symptoms of OCD, however, if the medication is discontinued, relapse is
inevitable. About 80% of people with OCD that combine psychotherapy and
medication show improvement. Also, when the symptoms are gone, most people must
continue taking the medication for the rest of their life. Many of them go on a
lowered dosage, except it is possible that they will become addicted to the
drugs if they ever stop taking it. (Strock) As long as you have a will to change
and follow through with the treatment, then you may be able to surpass this
disorder.

BibliographyBaer, Lee, Michael A. Jenike, and William E. Minichiello. Second Edition
Obsessive Compulsive Disorder: Theory and Management. Missouri: Mosby-Year Book,
Inc., 1990 Cooper, Marlene. Behavioral Treatment Of A Client With an
Obsessive-Compulsive Disorder: A Single Subject Design. New York: UMI
Dissertation Services, 1988 Margaret Strock. ⌠Obsessive-Compulsive
Disorder.■ National Institute of Mental Health (1999): Online. Internet.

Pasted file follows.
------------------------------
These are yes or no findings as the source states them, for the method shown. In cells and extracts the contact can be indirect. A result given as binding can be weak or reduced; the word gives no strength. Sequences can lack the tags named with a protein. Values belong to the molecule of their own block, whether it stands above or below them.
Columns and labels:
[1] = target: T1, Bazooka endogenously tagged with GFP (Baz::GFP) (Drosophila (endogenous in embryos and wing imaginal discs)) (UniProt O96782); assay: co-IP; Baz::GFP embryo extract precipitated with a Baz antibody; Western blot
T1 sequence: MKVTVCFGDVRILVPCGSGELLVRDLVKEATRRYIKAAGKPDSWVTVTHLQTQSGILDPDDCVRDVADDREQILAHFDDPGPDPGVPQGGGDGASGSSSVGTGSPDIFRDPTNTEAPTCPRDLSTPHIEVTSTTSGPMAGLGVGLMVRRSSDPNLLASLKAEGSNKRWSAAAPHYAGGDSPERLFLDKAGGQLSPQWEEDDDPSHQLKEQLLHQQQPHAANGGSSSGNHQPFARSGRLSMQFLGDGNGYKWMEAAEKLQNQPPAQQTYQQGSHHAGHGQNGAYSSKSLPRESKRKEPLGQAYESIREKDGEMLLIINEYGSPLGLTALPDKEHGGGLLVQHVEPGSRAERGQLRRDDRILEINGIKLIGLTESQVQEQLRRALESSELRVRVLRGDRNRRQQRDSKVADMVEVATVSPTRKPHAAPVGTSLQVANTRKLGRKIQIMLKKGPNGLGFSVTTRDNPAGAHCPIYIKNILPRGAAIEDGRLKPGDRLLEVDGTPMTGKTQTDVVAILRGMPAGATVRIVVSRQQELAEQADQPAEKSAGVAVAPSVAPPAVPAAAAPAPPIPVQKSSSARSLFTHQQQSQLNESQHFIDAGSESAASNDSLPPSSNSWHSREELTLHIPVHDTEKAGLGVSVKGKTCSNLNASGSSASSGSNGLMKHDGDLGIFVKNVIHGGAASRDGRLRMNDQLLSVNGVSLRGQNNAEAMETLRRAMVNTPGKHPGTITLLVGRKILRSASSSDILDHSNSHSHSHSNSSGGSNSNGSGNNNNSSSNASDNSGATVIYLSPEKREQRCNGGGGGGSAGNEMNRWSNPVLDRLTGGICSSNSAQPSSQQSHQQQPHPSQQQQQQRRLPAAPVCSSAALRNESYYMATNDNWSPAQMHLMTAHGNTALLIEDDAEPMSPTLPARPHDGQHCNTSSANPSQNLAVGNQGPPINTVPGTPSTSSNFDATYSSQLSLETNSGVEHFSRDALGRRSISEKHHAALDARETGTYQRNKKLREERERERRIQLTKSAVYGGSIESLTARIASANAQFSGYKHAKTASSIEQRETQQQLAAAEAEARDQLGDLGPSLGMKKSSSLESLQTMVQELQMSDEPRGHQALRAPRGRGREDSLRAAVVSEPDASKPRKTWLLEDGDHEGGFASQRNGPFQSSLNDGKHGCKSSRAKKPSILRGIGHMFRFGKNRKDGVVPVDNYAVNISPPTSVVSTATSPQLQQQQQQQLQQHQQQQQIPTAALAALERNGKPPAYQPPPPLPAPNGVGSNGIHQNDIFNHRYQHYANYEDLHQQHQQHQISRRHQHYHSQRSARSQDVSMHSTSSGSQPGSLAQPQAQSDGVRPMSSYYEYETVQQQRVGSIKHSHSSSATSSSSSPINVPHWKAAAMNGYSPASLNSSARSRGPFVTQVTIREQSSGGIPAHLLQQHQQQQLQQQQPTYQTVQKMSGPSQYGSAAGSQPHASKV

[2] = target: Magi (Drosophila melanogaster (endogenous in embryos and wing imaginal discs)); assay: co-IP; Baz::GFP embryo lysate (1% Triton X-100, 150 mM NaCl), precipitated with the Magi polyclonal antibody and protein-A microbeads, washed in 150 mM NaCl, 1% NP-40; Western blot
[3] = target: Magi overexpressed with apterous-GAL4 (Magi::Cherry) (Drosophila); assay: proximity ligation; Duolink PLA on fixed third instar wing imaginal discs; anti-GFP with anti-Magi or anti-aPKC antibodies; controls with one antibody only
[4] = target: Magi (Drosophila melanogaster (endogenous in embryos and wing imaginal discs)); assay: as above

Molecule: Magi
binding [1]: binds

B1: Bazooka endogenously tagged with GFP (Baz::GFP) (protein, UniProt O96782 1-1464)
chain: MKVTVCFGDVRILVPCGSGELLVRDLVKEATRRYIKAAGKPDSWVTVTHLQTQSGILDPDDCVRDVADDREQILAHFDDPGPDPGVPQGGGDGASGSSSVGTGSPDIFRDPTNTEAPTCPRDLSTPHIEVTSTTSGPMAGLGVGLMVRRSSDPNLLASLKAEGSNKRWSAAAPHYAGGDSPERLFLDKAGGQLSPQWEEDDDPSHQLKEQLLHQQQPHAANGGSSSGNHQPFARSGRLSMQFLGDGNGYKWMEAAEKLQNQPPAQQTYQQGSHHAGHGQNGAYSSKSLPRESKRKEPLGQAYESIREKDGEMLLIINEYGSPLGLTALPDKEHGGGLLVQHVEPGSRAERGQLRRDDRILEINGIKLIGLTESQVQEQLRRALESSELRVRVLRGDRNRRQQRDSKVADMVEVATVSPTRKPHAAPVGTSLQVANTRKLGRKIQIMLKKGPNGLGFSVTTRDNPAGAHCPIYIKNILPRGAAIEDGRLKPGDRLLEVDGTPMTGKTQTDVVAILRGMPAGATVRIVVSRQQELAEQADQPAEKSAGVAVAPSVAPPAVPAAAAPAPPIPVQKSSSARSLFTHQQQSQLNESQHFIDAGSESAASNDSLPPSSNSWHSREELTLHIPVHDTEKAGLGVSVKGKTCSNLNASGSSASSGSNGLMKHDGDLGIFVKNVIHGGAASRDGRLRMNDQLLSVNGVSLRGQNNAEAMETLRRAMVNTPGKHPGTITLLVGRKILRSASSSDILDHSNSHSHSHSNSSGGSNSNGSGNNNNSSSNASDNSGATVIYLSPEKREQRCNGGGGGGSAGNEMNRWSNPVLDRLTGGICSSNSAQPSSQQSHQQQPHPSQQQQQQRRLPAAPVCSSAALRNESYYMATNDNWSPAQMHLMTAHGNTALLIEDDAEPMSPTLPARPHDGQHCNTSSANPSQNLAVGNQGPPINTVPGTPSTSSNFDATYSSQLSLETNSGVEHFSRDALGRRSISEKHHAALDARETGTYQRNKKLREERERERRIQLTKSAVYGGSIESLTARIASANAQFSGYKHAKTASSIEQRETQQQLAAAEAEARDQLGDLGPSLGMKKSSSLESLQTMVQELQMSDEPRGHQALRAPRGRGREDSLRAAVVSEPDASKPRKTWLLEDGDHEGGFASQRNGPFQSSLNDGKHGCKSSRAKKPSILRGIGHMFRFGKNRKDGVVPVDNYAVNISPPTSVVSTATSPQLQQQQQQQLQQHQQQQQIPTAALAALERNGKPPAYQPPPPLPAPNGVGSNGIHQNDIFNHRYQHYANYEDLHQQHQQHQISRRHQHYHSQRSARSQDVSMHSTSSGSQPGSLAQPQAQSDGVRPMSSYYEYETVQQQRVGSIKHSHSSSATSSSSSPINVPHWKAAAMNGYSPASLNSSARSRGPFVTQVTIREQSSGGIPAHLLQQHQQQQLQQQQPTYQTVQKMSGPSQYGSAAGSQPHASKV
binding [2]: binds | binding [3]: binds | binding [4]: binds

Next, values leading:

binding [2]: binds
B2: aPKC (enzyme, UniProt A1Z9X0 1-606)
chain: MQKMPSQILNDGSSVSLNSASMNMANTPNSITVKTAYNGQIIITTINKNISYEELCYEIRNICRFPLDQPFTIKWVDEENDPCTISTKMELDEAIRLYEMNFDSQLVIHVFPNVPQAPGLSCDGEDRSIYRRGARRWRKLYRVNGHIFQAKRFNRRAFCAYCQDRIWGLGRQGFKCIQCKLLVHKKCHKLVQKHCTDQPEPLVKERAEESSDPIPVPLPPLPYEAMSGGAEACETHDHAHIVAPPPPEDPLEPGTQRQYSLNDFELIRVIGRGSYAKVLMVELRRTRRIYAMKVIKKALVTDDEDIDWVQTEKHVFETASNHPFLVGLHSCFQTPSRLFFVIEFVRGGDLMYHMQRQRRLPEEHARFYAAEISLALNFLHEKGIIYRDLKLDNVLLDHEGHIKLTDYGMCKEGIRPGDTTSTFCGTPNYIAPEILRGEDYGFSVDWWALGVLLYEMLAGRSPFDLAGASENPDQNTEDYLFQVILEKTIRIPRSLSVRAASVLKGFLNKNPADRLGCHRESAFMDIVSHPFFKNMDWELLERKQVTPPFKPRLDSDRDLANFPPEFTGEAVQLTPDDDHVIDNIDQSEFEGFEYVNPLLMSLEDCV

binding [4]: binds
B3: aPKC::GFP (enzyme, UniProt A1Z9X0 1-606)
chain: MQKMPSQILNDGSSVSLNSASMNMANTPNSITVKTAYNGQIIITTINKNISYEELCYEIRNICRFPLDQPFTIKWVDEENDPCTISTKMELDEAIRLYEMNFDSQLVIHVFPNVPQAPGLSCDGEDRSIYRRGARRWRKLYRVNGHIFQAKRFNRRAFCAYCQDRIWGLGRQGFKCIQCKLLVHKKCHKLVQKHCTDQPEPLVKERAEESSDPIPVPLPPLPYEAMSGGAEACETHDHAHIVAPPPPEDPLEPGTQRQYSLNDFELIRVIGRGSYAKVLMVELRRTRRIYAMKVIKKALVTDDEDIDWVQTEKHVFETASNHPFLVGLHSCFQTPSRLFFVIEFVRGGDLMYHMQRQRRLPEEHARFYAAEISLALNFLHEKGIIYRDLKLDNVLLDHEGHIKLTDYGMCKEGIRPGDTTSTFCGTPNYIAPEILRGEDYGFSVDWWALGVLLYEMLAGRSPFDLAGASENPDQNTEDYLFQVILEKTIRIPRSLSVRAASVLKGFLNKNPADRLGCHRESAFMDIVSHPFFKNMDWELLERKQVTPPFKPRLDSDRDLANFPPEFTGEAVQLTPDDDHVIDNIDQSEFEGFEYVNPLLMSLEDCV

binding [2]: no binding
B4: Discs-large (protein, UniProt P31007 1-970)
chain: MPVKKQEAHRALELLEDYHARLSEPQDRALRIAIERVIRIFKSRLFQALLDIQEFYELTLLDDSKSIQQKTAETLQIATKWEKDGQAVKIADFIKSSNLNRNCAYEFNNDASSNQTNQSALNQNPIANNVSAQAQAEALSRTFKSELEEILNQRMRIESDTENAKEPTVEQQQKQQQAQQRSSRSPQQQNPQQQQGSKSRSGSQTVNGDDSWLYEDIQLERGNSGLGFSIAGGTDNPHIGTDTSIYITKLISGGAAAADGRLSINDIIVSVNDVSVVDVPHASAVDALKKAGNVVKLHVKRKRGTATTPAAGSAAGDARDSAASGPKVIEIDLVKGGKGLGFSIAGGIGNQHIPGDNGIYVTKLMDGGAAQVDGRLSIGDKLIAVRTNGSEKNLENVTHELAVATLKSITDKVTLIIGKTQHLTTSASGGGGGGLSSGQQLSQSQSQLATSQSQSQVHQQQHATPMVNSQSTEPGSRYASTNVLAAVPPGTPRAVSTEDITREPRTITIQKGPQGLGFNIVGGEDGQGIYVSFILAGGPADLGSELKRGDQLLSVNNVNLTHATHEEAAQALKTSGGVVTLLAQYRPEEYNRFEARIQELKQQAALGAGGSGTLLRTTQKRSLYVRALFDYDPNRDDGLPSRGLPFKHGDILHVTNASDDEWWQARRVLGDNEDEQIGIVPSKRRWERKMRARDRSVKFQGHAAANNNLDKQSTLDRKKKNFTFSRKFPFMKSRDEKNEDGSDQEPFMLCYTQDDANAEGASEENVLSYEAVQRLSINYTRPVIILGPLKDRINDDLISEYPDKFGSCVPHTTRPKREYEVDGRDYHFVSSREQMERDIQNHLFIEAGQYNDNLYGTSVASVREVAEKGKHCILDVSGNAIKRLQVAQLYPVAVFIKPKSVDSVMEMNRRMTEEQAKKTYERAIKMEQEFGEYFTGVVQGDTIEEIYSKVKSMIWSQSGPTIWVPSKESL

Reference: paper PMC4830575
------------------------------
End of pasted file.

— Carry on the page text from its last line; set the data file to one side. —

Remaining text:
22, Oct. 1999. Available http://www.nimh.nih.gov/publicat/ocd.htm#ocd4.
Mavissakalian, Matig, Samuel M. Turner, and Larry Michelson.
Obsessive-Compulsive Disorder: Psychological and Pharmacological Treatment. New
York: Plenum Press, 1985 ****Pato, Michele Tortora, and Joseph Zohar. Current
Treatments of Obsessive-Compulsive Disorder. Washington, DC: American
Psychiatric Press, Inc, 1991 Reed, Graham F. Obsessional Experience and
Compulsive Behaviour: A Cognitive-Structural Approach. Florida: Academic Press,
Inc., 1985 Sanberg, Paul R., Klaus-Peter Ossenkopp and Martin Kavaliers. Motor
Activity and Movement Disorder: Research Issues and Applications. New Jersey:
Humana Press Inc., 1996 Turner, Samuel M. and Deborah C. Beidel. Psychology
Practitioner Guidebooks: Treating Obsessive-Compulsive Disorder. New York:
Pergamon Press, Inc., 1988